Cinco de Mayo in the united States (continued)

To balance that, however, many multi-ethnic communities hold special events and celebrations which highlight the Mexican culture, especially in its music and regional dancing. An example of this would be the ballet folklrico and mariachi demonstrations held annually at the Plaza del Pueblo de Los Angeles near Olvera Street. To many celebrants, Cinco de Mayo is also a warm expression of friendship betwee n Mexico and the United States. In Los Angeles, for instance, Mexican dignitaries are invariably guests of honor, and the mayor of L os Angeles addresses the crowd in Spanish. As Mexican influence continues to be felt throughout U.S. society, Cinco de Mayo celebrations are likely to spread even further, just as the holidays of other immigrant groups have been adopted by Americans. Alcohol, Marketing & Cinco de Mayo Cinco de Mayo has become a marketing opportunity for corporate America from the on slaught of beer commercials to the all-you-can-drink happy-hour promotions. It remains a sizable marketing opportunity for Mexican beer importers and retail ers. Industry sources say the holiday season contributes between five and ten percent of annual sales volume for Mexican bran ds. In the 1980s, the major breweries latched onto the holiday and transformed it in to the commercial success it is today. Coors declared the 1980s to be The Decade of the Hispanic, and Anheuser-Busch created a separate marketing division to target its promotions to Hispanics. Several examples of campaigns promoting over-indulgence include Tecate's Let's Pa rty theme and Coors Light's slogan of Sabemos como celebrar ( We know how to celebrate ). Corona used a party parrot, adorned in a Mexican sombr ero, sunglasses and a multi-colored serape, holding a bottle of Corona Extra and Coro na Light in each claw with the slogan, Drinko for Cinco. While the alcohol industry still plays up the party angle in connection with the Cinco de Mayo holiday, marketers appear to be exercising more restraint in their campaigns. U.S. & Mexico Differ on Cinco de Mayo Most Mexicans claim that Americans celebrate Cinco de Mayo with more fervor than they do. Not only do Mexicans believe that Mexico's Independence Day is a more important day to celebrate patriotism, but they attribute commercialization for exploiting Cinco de Mayo in the U.S.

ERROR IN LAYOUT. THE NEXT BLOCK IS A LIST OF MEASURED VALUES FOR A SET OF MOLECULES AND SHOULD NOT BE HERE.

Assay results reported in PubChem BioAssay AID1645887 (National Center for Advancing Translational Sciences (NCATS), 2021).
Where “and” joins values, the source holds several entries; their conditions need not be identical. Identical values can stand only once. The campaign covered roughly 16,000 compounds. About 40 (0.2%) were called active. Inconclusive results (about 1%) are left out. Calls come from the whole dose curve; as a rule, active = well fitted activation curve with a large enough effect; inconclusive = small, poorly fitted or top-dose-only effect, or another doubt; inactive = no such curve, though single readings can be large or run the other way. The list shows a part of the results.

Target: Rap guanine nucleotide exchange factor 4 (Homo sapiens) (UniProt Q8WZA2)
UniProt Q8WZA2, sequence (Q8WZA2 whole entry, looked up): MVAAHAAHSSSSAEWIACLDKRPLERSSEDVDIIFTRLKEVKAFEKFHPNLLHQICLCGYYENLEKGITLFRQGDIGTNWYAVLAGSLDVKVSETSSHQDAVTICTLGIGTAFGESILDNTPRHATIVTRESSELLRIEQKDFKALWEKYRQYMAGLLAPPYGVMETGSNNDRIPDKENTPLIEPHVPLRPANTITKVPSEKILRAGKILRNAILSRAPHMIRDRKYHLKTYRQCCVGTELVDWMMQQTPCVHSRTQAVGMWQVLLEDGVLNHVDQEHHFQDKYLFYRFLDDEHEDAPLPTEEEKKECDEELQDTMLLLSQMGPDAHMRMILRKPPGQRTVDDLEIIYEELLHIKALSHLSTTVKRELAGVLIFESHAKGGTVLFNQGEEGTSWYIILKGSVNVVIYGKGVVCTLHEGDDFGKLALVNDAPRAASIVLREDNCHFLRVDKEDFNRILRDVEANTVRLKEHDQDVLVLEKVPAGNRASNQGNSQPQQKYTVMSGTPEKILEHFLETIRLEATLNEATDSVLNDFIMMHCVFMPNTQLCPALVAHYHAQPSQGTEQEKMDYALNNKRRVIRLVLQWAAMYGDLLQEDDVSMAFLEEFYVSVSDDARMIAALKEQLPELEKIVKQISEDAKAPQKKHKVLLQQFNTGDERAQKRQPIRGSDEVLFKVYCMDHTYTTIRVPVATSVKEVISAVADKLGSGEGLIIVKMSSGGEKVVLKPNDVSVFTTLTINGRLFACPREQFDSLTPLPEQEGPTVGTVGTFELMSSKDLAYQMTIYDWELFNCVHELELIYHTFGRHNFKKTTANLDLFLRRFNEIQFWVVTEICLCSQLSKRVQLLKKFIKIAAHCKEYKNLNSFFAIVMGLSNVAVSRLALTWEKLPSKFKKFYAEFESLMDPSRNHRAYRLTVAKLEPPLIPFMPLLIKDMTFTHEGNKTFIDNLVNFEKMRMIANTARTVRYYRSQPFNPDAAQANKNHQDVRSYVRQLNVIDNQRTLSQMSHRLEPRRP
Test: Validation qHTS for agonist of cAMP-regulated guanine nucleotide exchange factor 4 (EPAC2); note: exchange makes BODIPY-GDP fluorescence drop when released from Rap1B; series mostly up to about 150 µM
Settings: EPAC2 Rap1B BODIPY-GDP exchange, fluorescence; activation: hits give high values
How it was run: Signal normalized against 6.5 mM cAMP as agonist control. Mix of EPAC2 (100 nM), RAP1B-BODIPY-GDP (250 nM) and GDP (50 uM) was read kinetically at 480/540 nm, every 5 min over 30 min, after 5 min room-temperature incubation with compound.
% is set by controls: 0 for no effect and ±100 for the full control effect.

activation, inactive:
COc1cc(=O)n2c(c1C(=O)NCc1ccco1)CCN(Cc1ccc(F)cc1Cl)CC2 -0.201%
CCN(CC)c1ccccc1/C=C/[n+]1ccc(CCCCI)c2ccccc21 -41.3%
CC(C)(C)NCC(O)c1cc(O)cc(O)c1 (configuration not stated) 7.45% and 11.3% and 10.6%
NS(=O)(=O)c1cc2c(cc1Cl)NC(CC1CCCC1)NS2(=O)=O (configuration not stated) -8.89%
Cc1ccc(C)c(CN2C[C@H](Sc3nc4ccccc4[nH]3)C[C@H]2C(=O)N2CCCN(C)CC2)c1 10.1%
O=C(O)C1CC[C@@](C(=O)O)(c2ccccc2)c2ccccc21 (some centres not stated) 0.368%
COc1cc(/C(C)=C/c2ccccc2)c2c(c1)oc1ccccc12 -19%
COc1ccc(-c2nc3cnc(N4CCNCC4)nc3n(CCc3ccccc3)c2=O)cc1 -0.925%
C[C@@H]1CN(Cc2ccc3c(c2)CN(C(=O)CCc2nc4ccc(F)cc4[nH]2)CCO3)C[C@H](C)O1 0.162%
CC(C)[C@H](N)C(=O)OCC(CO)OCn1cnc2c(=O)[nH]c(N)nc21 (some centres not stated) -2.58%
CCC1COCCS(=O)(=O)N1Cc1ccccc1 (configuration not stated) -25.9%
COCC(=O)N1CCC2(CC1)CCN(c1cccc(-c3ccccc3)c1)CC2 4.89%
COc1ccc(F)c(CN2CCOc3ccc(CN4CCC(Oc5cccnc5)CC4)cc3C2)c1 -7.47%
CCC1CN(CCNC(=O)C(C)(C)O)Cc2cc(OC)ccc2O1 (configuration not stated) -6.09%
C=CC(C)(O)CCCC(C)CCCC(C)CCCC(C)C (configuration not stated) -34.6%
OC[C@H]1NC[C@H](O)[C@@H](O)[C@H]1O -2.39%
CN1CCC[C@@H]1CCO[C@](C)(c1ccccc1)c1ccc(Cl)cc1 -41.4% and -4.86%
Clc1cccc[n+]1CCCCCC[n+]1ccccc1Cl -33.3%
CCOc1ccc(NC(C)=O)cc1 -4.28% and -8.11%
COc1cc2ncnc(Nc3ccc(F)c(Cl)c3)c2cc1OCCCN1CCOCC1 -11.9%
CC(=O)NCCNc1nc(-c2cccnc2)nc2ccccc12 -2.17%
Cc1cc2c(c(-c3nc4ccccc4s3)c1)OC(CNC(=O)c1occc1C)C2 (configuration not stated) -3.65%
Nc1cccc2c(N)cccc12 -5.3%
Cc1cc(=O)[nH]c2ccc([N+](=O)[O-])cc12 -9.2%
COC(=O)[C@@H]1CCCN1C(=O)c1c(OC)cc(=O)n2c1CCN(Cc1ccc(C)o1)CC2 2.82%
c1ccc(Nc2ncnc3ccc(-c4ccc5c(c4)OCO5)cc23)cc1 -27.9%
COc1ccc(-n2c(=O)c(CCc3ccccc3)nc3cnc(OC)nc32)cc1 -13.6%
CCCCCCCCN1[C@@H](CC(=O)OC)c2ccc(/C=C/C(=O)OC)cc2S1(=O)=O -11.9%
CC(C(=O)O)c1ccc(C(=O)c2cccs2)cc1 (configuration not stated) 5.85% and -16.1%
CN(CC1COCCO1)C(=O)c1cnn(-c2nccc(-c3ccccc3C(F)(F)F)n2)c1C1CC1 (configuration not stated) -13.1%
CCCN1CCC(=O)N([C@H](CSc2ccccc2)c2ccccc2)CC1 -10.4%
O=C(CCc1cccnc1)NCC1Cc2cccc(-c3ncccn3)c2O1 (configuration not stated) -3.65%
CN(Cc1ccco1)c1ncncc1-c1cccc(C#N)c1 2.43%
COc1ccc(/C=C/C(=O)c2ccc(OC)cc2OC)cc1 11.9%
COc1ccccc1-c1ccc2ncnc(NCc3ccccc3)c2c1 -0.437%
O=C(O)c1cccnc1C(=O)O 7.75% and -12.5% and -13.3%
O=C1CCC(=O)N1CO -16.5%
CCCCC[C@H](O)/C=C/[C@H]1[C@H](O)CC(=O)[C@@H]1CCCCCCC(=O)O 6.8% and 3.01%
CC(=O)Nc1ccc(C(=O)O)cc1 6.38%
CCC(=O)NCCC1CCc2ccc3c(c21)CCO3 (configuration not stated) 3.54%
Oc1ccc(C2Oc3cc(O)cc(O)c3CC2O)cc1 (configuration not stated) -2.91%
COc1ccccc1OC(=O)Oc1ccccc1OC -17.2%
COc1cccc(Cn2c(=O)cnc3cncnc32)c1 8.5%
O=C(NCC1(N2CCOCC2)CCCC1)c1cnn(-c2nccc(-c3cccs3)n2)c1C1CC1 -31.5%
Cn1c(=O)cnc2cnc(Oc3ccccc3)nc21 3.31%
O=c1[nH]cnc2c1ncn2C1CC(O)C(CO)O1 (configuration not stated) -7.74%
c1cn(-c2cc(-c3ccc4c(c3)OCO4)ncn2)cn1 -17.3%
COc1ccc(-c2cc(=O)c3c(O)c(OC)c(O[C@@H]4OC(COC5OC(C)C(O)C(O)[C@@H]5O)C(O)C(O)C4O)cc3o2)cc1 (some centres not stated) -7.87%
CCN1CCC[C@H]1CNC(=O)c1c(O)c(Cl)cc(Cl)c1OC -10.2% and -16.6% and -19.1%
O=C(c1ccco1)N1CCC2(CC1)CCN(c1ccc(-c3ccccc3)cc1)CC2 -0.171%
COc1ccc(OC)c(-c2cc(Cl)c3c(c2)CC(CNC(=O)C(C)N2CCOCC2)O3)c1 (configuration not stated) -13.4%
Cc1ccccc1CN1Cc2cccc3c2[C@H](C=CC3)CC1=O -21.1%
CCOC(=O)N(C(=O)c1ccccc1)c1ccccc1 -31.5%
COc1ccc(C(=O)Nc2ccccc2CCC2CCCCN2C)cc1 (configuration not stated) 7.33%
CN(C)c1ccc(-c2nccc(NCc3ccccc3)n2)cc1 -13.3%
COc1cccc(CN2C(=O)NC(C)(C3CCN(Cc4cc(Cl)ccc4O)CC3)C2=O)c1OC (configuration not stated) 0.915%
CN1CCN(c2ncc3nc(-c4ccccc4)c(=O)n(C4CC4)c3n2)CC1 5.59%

One theory behind Cinco de Mayo being celebrated on a much larger scale in the U nited States than it is in Mexico is that the holiday, first brought to the U.S. by Mexican immigrants during the 1920s, grew in import ance when the 1960s Chicano movement adopted it as an avenue for generating ethnic pride. Cinco de Mayo s political purpose gradually diminished, thereby opening the holida y up to a wider Mexican-American population, and finally to mainstream America via advertising. Mexico s Impact on the United States* People of Mexican origin now make up nearly one-third of the residents of Califo rnia and Texas alone, and U.S. trade with Mexico was valued at $290.2 billion in 2005. Mexico ranks as the United States' second-leading trading partner after Canada. With prominent Mexican-Americans now serving as Attorney General of the United S tates, in the U.S. Congress, and in other positions of authority, this fast-growing demographic group likely will continue making si gnificant contributions to the United States in policy circles, in the professions, and in popular culture. In the United States, the success of Cinco de Mayo is another manifestation of t he vitality of a large and restless country that was built by the hard work, talent and imagination of its immigrants, from the time of its founding in 1776 to the present day. * From http://usinfo.state.gov/scv/Archive/2006/May/04-718291.html Browse Over 300 Titles For school, computers, home, office and more www.quickstu dy.com Laminated Reference Guides Answers You Need ... Get the Do a Get with Help Your Career Get a New Job Prepare as a Student Get Down to Business Solutions for you or your employees the Skills Computer - Based Training You Need 4